Greece overwhelmingly voted “No” — or “OXI” — in the country’s bailout referendum Sunday.
But while the nation rejected its European creditors’ demands that were made prior to June 30 in the hope of getting a better deal, the “No” vote has actually put the country in a worse situation, says Bank of America Merrill Lynch.
In a note today entitled “Greece: Time for the Adults to Speak,” BAML’s analysts pretty much say the “No” vote was pointless, as all it did was make the country’s economy worse.
That means Greece is even more desperate for cash than it was before the vote and therefore in a much weaker negotiating position. It defaulted on its €1.6 billion (£1.1 billion, $US1.8 billion) payment to its creditors on June 30 and has another payment due to the European Central Bank coming up later this month. ATMs are close to running dry.
Here’s the key passage from BAML’s note, which is worth reading in full:
The paradox is that Greece will now have to agree on a new program with the creditors, with tougher conditions than in the proposal that the referendum has ust rejected. This is because the Greek economy is now in much worse shape following this week’s events, and particularly the closure of banks and the introduction of capital controls.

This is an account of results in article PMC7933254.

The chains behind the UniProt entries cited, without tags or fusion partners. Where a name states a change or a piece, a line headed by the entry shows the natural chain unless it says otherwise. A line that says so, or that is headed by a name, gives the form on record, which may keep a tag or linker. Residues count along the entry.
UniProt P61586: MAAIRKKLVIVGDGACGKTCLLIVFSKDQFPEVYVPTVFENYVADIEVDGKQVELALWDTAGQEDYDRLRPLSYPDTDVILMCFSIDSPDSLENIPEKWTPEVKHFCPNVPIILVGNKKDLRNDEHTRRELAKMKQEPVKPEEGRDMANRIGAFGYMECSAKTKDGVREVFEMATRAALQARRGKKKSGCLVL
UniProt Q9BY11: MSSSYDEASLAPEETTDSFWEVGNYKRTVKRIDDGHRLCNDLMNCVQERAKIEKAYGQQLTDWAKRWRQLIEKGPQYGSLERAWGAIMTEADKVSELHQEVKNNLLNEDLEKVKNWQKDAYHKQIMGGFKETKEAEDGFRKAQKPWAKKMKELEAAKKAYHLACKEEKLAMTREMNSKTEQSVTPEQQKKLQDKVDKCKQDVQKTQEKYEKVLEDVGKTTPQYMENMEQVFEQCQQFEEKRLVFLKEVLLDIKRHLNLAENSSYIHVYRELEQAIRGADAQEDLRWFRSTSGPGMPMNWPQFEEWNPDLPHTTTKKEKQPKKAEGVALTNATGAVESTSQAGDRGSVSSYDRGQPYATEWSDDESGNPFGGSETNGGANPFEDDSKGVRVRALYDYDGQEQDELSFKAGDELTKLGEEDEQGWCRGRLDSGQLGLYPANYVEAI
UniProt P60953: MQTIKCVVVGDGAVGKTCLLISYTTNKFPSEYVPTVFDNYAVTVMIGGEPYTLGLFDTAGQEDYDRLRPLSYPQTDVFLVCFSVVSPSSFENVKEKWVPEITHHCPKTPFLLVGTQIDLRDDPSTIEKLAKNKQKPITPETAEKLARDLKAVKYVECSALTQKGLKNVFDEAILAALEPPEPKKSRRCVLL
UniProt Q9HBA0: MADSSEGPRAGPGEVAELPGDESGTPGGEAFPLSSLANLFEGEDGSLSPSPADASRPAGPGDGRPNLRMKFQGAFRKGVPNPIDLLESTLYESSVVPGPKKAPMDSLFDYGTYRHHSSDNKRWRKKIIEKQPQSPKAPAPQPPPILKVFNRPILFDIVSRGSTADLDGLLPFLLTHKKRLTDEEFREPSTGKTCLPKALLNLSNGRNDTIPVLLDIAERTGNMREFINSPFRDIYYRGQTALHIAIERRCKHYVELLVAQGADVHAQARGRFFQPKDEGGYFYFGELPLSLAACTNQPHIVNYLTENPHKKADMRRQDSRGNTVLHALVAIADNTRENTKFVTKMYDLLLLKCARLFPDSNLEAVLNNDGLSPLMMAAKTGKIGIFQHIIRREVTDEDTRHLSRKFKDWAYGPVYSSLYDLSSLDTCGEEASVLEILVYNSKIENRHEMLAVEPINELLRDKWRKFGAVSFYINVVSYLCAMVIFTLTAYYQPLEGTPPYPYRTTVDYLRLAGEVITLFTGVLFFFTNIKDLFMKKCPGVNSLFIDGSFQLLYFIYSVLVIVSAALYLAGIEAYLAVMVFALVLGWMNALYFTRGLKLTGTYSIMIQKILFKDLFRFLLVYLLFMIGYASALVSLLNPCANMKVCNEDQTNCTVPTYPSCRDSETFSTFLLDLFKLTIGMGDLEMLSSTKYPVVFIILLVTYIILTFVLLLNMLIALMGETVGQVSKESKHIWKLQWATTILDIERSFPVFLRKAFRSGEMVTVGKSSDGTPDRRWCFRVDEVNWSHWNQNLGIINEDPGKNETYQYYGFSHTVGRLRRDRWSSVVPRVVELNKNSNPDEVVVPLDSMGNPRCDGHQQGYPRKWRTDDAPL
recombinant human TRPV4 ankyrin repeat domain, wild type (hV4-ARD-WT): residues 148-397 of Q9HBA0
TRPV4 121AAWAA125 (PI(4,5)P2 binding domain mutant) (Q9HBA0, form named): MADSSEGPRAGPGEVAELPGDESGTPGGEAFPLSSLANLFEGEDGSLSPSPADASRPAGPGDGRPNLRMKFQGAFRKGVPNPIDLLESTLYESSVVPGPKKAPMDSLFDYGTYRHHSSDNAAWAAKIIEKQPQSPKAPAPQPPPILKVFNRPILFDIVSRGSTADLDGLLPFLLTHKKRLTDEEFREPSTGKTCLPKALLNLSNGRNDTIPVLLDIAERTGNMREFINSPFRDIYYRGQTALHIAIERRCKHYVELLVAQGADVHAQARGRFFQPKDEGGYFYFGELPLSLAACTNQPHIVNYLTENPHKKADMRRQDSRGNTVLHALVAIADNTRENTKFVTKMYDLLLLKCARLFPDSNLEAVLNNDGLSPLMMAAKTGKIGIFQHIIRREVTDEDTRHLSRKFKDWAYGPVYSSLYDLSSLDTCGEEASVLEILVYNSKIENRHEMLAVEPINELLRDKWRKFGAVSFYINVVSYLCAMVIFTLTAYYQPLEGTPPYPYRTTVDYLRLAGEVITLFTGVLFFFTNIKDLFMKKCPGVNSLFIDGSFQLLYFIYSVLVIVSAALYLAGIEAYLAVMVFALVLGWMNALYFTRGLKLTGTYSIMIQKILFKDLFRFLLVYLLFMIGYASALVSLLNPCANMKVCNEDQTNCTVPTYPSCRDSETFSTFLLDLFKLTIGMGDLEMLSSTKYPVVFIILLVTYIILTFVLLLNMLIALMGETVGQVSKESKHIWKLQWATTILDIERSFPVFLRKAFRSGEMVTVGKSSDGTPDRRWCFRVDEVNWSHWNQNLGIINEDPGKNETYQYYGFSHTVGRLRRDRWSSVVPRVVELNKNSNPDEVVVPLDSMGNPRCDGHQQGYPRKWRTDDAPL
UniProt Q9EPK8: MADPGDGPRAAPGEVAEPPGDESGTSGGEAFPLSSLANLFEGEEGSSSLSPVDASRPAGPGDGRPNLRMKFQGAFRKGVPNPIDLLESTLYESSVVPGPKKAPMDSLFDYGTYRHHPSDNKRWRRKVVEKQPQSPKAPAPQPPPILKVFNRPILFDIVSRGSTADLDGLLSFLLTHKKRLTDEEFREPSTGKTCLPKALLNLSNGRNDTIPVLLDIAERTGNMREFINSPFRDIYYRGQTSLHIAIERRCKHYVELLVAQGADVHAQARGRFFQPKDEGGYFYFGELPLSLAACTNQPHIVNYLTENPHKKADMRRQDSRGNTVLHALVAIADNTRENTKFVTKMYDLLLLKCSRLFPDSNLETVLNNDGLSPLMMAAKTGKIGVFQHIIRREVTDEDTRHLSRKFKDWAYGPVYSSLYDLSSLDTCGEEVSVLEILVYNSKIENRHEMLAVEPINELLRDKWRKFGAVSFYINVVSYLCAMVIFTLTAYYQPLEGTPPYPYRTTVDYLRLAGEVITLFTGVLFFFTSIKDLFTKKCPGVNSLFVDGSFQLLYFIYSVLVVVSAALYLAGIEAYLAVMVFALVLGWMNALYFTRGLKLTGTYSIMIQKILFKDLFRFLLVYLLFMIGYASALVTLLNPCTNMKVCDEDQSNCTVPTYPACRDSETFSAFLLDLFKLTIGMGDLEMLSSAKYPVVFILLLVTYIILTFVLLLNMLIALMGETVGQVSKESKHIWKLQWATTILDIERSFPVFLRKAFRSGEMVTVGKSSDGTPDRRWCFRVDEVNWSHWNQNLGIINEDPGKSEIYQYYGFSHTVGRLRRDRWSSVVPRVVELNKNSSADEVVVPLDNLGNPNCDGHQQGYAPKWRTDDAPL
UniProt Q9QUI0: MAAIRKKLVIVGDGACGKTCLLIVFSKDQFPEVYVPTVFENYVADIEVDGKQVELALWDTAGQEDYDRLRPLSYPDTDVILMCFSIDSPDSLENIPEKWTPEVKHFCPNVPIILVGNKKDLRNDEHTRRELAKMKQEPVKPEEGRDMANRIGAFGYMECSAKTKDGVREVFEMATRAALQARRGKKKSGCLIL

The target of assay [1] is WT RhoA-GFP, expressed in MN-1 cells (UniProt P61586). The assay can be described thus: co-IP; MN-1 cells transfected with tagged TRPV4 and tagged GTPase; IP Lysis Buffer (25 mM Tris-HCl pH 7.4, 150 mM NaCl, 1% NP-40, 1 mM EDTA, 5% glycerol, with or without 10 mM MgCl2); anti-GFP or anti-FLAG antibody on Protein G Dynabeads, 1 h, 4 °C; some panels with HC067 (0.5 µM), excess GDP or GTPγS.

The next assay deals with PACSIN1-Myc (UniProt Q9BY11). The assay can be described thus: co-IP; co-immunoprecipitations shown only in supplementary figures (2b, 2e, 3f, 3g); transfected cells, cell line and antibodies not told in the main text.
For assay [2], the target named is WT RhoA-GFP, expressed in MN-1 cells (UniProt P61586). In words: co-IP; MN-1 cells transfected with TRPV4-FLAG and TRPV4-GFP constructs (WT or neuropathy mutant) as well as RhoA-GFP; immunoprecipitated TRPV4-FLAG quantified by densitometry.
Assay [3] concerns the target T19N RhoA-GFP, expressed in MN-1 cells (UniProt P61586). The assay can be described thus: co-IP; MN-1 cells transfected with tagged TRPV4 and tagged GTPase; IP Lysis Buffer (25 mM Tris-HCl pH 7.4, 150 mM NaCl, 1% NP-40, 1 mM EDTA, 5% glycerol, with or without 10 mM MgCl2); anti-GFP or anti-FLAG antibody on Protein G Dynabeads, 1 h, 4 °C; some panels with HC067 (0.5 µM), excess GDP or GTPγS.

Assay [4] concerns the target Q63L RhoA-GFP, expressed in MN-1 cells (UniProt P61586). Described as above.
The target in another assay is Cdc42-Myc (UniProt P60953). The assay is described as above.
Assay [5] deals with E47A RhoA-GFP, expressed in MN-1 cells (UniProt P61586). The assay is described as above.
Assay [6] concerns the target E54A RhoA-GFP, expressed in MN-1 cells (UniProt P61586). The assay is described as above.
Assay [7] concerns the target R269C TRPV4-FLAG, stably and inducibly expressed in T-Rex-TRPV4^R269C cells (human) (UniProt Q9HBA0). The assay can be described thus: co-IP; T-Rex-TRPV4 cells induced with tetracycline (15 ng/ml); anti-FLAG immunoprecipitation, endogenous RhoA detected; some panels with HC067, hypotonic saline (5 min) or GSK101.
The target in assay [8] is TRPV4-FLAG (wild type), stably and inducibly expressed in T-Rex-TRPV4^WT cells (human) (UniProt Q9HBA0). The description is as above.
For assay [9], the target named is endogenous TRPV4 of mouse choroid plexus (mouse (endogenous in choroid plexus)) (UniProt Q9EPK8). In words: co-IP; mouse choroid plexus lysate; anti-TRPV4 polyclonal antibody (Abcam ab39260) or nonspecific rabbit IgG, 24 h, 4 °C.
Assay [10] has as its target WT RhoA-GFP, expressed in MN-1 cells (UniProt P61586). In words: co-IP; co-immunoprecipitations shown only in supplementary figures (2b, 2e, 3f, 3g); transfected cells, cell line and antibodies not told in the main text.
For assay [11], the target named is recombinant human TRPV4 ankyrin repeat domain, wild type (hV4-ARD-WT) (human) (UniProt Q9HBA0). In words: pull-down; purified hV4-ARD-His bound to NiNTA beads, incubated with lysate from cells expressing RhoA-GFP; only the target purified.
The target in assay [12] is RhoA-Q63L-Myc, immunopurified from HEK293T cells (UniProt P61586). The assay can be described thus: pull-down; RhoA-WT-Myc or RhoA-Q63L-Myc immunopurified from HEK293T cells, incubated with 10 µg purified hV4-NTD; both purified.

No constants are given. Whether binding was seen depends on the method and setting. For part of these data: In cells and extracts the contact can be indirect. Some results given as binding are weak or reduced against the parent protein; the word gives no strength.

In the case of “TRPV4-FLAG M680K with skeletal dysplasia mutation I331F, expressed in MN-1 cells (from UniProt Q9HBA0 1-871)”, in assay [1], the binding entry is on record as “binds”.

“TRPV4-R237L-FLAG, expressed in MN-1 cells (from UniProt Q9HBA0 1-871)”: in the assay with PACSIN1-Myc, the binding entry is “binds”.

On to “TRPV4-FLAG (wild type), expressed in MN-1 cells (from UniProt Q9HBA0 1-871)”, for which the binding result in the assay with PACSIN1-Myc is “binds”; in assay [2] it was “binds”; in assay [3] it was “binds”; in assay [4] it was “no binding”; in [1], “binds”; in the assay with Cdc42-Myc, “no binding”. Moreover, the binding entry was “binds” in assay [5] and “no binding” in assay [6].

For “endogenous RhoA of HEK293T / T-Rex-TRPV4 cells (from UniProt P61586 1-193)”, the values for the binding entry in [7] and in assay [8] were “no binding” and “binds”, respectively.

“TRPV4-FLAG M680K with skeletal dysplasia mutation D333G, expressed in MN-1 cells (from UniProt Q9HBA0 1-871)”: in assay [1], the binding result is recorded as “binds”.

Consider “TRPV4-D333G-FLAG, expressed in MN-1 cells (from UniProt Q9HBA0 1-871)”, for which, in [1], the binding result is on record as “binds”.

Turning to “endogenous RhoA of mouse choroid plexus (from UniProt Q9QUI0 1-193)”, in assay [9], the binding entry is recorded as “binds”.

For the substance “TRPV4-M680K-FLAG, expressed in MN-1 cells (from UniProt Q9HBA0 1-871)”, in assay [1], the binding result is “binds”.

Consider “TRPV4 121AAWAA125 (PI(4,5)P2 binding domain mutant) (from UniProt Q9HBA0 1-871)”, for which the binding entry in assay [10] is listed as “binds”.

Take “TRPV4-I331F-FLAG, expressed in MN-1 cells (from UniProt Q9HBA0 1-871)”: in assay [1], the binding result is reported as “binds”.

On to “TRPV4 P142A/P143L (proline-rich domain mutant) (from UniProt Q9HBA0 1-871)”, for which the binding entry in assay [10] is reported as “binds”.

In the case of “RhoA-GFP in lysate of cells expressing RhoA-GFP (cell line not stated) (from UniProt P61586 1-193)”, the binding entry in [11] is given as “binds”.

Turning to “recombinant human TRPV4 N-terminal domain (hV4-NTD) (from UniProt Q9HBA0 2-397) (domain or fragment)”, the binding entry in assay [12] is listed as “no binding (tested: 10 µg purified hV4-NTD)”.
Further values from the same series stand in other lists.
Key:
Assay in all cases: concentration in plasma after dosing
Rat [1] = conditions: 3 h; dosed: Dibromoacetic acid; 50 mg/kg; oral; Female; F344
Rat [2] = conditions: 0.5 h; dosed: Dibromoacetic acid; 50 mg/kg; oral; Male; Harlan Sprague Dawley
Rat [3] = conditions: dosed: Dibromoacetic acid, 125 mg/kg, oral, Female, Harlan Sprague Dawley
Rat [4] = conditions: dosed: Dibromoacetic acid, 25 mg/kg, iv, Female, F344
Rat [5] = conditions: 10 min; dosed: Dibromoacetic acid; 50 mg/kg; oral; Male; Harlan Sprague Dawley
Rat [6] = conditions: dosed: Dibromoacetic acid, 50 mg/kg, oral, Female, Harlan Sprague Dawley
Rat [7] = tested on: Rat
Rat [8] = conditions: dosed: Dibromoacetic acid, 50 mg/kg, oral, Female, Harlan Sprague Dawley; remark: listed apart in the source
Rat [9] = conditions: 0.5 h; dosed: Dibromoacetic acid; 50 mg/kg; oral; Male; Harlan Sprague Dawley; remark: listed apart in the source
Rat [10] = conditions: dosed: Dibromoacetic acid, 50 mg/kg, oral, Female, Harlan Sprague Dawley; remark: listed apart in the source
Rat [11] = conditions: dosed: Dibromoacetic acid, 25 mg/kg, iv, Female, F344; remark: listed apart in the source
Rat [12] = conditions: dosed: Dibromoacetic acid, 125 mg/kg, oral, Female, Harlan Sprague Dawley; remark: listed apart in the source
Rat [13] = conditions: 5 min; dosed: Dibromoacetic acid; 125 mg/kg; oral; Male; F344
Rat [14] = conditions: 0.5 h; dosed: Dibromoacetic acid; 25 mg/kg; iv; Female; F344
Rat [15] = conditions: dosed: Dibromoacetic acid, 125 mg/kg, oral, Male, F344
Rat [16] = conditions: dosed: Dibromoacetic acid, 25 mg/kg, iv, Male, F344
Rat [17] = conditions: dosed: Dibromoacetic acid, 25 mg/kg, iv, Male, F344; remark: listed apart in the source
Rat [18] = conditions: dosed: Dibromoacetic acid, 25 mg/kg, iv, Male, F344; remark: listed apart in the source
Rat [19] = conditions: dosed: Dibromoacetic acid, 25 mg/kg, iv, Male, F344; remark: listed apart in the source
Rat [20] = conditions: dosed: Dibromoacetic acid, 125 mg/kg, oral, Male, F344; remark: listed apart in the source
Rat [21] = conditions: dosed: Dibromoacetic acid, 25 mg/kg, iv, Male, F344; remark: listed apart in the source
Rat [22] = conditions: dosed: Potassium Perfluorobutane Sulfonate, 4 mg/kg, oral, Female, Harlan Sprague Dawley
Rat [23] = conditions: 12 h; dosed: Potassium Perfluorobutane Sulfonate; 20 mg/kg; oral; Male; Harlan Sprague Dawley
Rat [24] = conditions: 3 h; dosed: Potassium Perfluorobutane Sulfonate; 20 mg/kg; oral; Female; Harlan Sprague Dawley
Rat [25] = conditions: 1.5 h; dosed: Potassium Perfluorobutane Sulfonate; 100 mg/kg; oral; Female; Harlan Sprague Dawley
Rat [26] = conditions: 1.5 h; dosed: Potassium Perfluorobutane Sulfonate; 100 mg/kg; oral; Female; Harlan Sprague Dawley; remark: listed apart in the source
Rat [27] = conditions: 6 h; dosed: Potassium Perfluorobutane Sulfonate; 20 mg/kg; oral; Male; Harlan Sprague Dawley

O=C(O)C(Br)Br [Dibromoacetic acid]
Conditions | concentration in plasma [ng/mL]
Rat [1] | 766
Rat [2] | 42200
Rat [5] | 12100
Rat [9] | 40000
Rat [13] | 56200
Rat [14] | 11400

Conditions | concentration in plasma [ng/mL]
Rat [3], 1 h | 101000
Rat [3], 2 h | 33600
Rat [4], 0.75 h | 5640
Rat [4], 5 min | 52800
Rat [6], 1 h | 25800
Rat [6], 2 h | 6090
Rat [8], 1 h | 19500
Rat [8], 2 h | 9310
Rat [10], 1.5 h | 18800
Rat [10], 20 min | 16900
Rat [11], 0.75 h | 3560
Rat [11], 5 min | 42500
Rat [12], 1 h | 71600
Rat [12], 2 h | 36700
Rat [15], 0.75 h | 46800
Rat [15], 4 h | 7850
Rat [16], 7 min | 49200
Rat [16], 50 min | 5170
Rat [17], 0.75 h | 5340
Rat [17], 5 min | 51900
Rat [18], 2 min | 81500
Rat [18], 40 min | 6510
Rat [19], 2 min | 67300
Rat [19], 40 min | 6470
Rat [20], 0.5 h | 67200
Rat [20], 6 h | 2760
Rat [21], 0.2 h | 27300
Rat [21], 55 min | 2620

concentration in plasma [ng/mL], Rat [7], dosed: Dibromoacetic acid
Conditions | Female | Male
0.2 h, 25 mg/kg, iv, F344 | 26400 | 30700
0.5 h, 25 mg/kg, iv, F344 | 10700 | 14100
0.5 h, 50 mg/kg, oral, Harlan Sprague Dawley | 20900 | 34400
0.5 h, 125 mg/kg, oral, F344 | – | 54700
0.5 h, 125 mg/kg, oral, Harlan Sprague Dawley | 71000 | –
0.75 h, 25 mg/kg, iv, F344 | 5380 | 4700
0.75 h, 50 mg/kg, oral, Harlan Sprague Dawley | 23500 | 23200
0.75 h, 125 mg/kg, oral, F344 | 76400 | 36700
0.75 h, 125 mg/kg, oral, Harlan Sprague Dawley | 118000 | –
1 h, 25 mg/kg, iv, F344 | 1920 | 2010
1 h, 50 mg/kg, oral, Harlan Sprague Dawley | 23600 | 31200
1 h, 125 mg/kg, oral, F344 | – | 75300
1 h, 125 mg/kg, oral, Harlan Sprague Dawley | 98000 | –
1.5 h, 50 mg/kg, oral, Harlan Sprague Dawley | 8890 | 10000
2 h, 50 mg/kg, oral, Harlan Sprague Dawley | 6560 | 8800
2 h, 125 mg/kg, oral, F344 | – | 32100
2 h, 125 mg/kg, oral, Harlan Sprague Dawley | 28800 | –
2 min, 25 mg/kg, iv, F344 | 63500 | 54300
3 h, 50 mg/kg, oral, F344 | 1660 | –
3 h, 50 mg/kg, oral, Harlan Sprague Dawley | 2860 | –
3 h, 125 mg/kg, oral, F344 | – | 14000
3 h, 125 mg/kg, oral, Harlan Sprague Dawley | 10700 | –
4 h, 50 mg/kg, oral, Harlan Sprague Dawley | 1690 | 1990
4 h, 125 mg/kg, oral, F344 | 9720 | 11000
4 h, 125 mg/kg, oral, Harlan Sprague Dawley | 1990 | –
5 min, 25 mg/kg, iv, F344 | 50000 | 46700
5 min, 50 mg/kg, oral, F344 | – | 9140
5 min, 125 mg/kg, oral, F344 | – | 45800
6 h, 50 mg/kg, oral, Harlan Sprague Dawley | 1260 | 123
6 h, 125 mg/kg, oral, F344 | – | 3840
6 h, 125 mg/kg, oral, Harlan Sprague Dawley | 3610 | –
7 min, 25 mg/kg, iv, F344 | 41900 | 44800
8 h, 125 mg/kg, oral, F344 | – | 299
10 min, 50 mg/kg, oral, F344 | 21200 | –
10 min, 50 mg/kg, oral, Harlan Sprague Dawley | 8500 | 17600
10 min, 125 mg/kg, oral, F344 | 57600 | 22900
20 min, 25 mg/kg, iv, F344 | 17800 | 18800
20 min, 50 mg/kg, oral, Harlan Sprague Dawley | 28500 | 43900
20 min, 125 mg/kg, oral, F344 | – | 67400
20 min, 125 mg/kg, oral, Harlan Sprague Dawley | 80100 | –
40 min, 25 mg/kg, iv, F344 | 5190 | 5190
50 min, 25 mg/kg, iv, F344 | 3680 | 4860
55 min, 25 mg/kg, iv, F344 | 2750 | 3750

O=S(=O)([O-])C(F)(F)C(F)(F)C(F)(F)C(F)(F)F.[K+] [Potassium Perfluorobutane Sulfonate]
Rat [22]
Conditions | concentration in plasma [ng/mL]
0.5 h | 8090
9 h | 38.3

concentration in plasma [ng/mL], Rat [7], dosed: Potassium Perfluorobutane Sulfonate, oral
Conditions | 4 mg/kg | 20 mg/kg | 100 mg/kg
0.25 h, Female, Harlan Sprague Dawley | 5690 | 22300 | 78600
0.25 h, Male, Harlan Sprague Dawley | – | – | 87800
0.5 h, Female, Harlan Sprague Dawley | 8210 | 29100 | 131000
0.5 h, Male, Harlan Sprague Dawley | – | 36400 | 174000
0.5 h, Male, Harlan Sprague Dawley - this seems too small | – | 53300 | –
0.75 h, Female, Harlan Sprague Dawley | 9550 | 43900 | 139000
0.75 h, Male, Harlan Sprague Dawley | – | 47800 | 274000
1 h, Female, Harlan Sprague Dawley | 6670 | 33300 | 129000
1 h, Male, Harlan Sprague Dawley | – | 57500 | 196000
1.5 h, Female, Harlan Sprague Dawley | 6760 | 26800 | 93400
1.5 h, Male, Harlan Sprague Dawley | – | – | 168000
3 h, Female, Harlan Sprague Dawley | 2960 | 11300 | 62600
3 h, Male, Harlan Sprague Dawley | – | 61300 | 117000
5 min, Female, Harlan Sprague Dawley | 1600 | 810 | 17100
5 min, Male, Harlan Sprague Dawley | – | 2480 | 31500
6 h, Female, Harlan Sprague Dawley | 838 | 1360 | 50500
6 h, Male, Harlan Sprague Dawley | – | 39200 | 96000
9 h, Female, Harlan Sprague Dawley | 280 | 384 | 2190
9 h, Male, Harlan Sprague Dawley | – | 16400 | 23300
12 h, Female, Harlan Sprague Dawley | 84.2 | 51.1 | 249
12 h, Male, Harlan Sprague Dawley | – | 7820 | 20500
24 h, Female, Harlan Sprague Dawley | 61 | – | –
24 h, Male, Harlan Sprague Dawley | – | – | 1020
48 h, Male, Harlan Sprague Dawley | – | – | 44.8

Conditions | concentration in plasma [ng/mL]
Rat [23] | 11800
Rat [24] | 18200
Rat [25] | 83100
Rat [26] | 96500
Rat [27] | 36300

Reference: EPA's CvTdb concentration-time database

The economy will go back into recession, the fiscal targets will be even more out of reach, and banks are likely to need more capital. Negotiating and approving such a program will take time, while the Greek economy will be deteriorating.
Moreover, everything needs to be finalised in the next two weeks. Greece needs more loans to repay €3.5bn to the ECB on July 20. And Greek banks need an increase in the ELA, as they could run out of cash as early as this week. Therefore, the two sides will need to finalise a deal on a new program this week, and the Greek and European parliaments will need to approve it next week. Otherwise, a Greek economy starved for cash and a default to the ECB will increase substantially Grexit risks, in our view.
So in other words, Greeks voted against a conditions of a bailout that would allow Greece to not default, allowing it to have the ability to keep on borrowing and negotiating on conditions.
Instead the “OXI” vote has led it to be in a worse financial state that it was before, meaning conditions it would now have to negotiated are significantly worse than before the referendum was announced.
Barclays, as well as other banks, say Greece is now highly likely to abandon the euro — a Grexit — and will use the drachma and IOUs to recapitalise its banking system, which is already nearly out of cash.
But Prime Minister Alexis Tsipras has been adamant in his support of Greece staying in the eurozone and Finance Minister Yanis Varoufakis was reportedly pushed out for suggesting the country could use an alternative currency.
If Greece is committed to staying in Europe then its economic desperation means its creditors hold pretty much all the cards in negotiations and will likely drive a hard bargain — just what the Greek people rejected.